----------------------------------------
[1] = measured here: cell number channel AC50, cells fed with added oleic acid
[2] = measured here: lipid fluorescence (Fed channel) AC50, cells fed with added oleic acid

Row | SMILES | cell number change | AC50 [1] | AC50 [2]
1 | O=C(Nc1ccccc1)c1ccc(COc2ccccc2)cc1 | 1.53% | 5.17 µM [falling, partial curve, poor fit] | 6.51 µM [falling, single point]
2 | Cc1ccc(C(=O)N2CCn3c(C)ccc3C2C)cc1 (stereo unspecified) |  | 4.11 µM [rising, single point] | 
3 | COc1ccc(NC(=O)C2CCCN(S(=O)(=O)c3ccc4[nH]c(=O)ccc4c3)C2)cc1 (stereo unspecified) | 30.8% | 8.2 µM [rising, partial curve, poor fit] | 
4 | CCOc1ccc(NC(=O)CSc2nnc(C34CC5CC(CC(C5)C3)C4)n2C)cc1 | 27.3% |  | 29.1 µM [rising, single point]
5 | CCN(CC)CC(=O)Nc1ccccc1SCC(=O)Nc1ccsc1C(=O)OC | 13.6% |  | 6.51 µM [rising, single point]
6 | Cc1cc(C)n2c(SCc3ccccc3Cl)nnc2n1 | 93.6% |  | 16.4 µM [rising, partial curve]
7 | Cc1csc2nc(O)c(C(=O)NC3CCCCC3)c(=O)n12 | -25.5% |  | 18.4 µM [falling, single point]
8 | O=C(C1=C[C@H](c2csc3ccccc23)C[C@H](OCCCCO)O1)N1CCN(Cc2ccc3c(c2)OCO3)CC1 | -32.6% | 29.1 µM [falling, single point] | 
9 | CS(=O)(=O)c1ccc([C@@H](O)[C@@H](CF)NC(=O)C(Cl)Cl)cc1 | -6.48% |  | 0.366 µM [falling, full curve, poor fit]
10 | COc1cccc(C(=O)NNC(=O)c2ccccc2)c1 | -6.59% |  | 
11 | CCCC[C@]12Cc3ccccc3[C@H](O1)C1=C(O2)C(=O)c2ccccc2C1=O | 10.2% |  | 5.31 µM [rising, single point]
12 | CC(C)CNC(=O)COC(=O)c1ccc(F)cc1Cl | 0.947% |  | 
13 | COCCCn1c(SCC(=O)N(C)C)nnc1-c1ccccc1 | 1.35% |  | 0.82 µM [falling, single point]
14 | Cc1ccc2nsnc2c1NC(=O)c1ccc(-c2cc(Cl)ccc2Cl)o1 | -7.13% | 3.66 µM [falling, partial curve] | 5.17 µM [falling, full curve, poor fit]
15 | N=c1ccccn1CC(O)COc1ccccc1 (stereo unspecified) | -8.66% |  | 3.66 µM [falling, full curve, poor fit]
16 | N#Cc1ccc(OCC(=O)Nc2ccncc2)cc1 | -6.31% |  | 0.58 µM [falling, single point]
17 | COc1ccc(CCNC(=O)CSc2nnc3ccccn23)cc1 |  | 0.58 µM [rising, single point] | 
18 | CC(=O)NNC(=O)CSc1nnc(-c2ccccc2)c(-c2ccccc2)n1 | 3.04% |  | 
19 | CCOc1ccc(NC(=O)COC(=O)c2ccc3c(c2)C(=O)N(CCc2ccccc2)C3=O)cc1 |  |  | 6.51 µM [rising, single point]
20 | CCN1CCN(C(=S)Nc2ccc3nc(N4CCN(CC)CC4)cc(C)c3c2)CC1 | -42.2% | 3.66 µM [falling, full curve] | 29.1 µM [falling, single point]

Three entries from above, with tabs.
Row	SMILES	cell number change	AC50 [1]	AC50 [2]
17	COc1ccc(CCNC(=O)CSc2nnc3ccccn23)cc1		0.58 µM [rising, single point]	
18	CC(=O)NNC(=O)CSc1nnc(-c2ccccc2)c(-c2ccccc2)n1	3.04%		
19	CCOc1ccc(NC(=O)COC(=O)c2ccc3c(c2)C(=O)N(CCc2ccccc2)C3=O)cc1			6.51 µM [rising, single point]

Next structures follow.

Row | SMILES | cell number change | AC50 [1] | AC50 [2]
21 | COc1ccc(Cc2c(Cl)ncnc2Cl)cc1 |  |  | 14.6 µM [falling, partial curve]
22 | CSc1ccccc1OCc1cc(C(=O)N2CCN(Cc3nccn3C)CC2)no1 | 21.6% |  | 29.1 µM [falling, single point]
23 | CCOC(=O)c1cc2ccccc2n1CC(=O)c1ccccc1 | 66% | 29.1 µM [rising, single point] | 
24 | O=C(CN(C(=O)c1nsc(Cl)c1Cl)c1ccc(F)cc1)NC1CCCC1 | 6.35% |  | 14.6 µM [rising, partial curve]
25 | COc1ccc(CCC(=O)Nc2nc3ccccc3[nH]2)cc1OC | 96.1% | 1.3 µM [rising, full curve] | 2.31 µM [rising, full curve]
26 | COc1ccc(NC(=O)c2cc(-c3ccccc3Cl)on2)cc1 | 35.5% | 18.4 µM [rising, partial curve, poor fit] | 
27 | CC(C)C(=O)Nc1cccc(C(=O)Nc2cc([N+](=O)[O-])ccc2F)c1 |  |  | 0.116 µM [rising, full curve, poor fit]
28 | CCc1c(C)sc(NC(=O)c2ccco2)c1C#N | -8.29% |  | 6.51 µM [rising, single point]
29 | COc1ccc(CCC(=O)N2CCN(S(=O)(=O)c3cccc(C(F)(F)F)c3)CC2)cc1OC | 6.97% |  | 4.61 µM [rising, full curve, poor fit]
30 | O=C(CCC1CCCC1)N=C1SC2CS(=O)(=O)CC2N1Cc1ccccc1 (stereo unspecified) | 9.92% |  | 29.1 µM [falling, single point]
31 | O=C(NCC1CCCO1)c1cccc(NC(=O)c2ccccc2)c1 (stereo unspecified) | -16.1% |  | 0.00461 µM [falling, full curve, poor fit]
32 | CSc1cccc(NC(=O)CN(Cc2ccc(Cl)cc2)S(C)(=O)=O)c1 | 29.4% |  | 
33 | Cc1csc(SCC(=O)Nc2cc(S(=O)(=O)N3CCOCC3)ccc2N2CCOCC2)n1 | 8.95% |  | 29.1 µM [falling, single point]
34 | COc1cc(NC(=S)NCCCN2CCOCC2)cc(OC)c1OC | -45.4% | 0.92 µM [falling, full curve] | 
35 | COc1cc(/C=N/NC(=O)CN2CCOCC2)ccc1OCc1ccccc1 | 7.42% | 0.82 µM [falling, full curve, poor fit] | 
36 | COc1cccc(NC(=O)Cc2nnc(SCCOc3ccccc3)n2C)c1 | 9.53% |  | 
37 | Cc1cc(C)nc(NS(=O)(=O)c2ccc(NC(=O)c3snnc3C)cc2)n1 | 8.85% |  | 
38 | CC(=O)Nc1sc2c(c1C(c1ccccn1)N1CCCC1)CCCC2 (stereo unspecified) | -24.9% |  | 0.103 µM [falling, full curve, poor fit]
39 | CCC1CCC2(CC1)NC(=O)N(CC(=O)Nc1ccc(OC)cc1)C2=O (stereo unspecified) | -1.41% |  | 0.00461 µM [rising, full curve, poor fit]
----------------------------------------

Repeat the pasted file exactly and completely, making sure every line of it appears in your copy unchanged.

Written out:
[1] = measured here: cell number channel AC50, cells fed with added oleic acid
[2] = measured here: lipid fluorescence (Fed channel) AC50, cells fed with added oleic acid

Row | SMILES | cell number change | AC50 [1] | AC50 [2]
1 | O=C(Nc1ccccc1)c1ccc(COc2ccccc2)cc1 | 1.53% | 5.17 µM [falling, partial curve, poor fit] | 6.51 µM [falling, single point]
2 | Cc1ccc(C(=O)N2CCn3c(C)ccc3C2C)cc1 (stereo unspecified) |  | 4.11 µM [rising, single point] | 
3 | COc1ccc(NC(=O)C2CCCN(S(=O)(=O)c3ccc4[nH]c(=O)ccc4c3)C2)cc1 (stereo unspecified) | 30.8% | 8.2 µM [rising, partial curve, poor fit] | 
4 | CCOc1ccc(NC(=O)CSc2nnc(C34CC5CC(CC(C5)C3)C4)n2C)cc1 | 27.3% |  | 29.1 µM [rising, single point]
5 | CCN(CC)CC(=O)Nc1ccccc1SCC(=O)Nc1ccsc1C(=O)OC | 13.6% |  | 6.51 µM [rising, single point]
6 | Cc1cc(C)n2c(SCc3ccccc3Cl)nnc2n1 | 93.6% |  | 16.4 µM [rising, partial curve]
7 | Cc1csc2nc(O)c(C(=O)NC3CCCCC3)c(=O)n12 | -25.5% |  | 18.4 µM [falling, single point]
8 | O=C(C1=C[C@H](c2csc3ccccc23)C[C@H](OCCCCO)O1)N1CCN(Cc2ccc3c(c2)OCO3)CC1 | -32.6% | 29.1 µM [falling, single point] | 
9 | CS(=O)(=O)c1ccc([C@@H](O)[C@@H](CF)NC(=O)C(Cl)Cl)cc1 | -6.48% |  | 0.366 µM [falling, full curve, poor fit]
10 | COc1cccc(C(=O)NNC(=O)c2ccccc2)c1 | -6.59% |  | 
11 | CCCC[C@]12Cc3ccccc3[C@H](O1)C1=C(O2)C(=O)c2ccccc2C1=O | 10.2% |  | 5.31 µM [rising, single point]
12 | CC(C)CNC(=O)COC(=O)c1ccc(F)cc1Cl | 0.947% |  | 
13 | COCCCn1c(SCC(=O)N(C)C)nnc1-c1ccccc1 | 1.35% |  | 0.82 µM [falling, single point]
14 | Cc1ccc2nsnc2c1NC(=O)c1ccc(-c2cc(Cl)ccc2Cl)o1 | -7.13% | 3.66 µM [falling, partial curve] | 5.17 µM [falling, full curve, poor fit]
15 | N=c1ccccn1CC(O)COc1ccccc1 (stereo unspecified) | -8.66% |  | 3.66 µM [falling, full curve, poor fit]
16 | N#Cc1ccc(OCC(=O)Nc2ccncc2)cc1 | -6.31% |  | 0.58 µM [falling, single point]
17 | COc1ccc(CCNC(=O)CSc2nnc3ccccn23)cc1 |  | 0.58 µM [rising, single point] | 
18 | CC(=O)NNC(=O)CSc1nnc(-c2ccccc2)c(-c2ccccc2)n1 | 3.04% |  | 
19 | CCOc1ccc(NC(=O)COC(=O)c2ccc3c(c2)C(=O)N(CCc2ccccc2)C3=O)cc1 |  |  | 6.51 µM [rising, single point]
20 | CCN1CCN(C(=S)Nc2ccc3nc(N4CCN(CC)CC4)cc(C)c3c2)CC1 | -42.2% | 3.66 µM [falling, full curve] | 29.1 µM [falling, single point]

Three entries from above, with tabs.
Row	SMILES	cell number change	AC50 [1]	AC50 [2]
17	COc1ccc(CCNC(=O)CSc2nnc3ccccn23)cc1		0.58 µM [rising, single point]	
18	CC(=O)NNC(=O)CSc1nnc(-c2ccccc2)c(-c2ccccc2)n1	3.04%		
19	CCOc1ccc(NC(=O)COC(=O)c2ccc3c(c2)C(=O)N(CCc2ccccc2)C3=O)cc1			6.51 µM [rising, single point]

Next structures follow.

Row | SMILES | cell number change | AC50 [1] | AC50 [2]
21 | COc1ccc(Cc2c(Cl)ncnc2Cl)cc1 |  |  | 14.6 µM [falling, partial curve]
22 | CSc1ccccc1OCc1cc(C(=O)N2CCN(Cc3nccn3C)CC2)no1 | 21.6% |  | 29.1 µM [falling, single point]
23 | CCOC(=O)c1cc2ccccc2n1CC(=O)c1ccccc1 | 66% | 29.1 µM [rising, single point] | 
24 | O=C(CN(C(=O)c1nsc(Cl)c1Cl)c1ccc(F)cc1)NC1CCCC1 | 6.35% |  | 14.6 µM [rising, partial curve]
25 | COc1ccc(CCC(=O)Nc2nc3ccccc3[nH]2)cc1OC | 96.1% | 1.3 µM [rising, full curve] | 2.31 µM [rising, full curve]
26 | COc1ccc(NC(=O)c2cc(-c3ccccc3Cl)on2)cc1 | 35.5% | 18.4 µM [rising, partial curve, poor fit] | 
27 | CC(C)C(=O)Nc1cccc(C(=O)Nc2cc([N+](=O)[O-])ccc2F)c1 |  |  | 0.116 µM [rising, full curve, poor fit]
28 | CCc1c(C)sc(NC(=O)c2ccco2)c1C#N | -8.29% |  | 6.51 µM [rising, single point]
29 | COc1ccc(CCC(=O)N2CCN(S(=O)(=O)c3cccc(C(F)(F)F)c3)CC2)cc1OC | 6.97% |  | 4.61 µM [rising, full curve, poor fit]
30 | O=C(CCC1CCCC1)N=C1SC2CS(=O)(=O)CC2N1Cc1ccccc1 (stereo unspecified) | 9.92% |  | 29.1 µM [falling, single point]
31 | O=C(NCC1CCCO1)c1cccc(NC(=O)c2ccccc2)c1 (stereo unspecified) | -16.1% |  | 0.00461 µM [falling, full curve, poor fit]
32 | CSc1cccc(NC(=O)CN(Cc2ccc(Cl)cc2)S(C)(=O)=O)c1 | 29.4% |  | 
33 | Cc1csc(SCC(=O)Nc2cc(S(=O)(=O)N3CCOCC3)ccc2N2CCOCC2)n1 | 8.95% |  | 29.1 µM [falling, single point]
34 | COc1cc(NC(=S)NCCCN2CCOCC2)cc(OC)c1OC | -45.4% | 0.92 µM [falling, full curve] | 
35 | COc1cc(/C=N/NC(=O)CN2CCOCC2)ccc1OCc1ccccc1 | 7.42% | 0.82 µM [falling, full curve, poor fit] | 
36 | COc1cccc(NC(=O)Cc2nnc(SCCOc3ccccc3)n2C)c1 | 9.53% |  | 
37 | Cc1cc(C)nc(NS(=O)(=O)c2ccc(NC(=O)c3snnc3C)cc2)n1 | 8.85% |  | 
38 | CC(=O)Nc1sc2c(c1C(c1ccccn1)N1CCCC1)CCCC2 (stereo unspecified) | -24.9% |  | 0.103 µM [falling, full curve, poor fit]
39 | CCC1CCC2(CC1)NC(=O)N(CC(=O)Nc1ccc(OC)cc1)C2=O (stereo unspecified) | -1.41% |  | 0.00461 µM [rising, full curve, poor fit]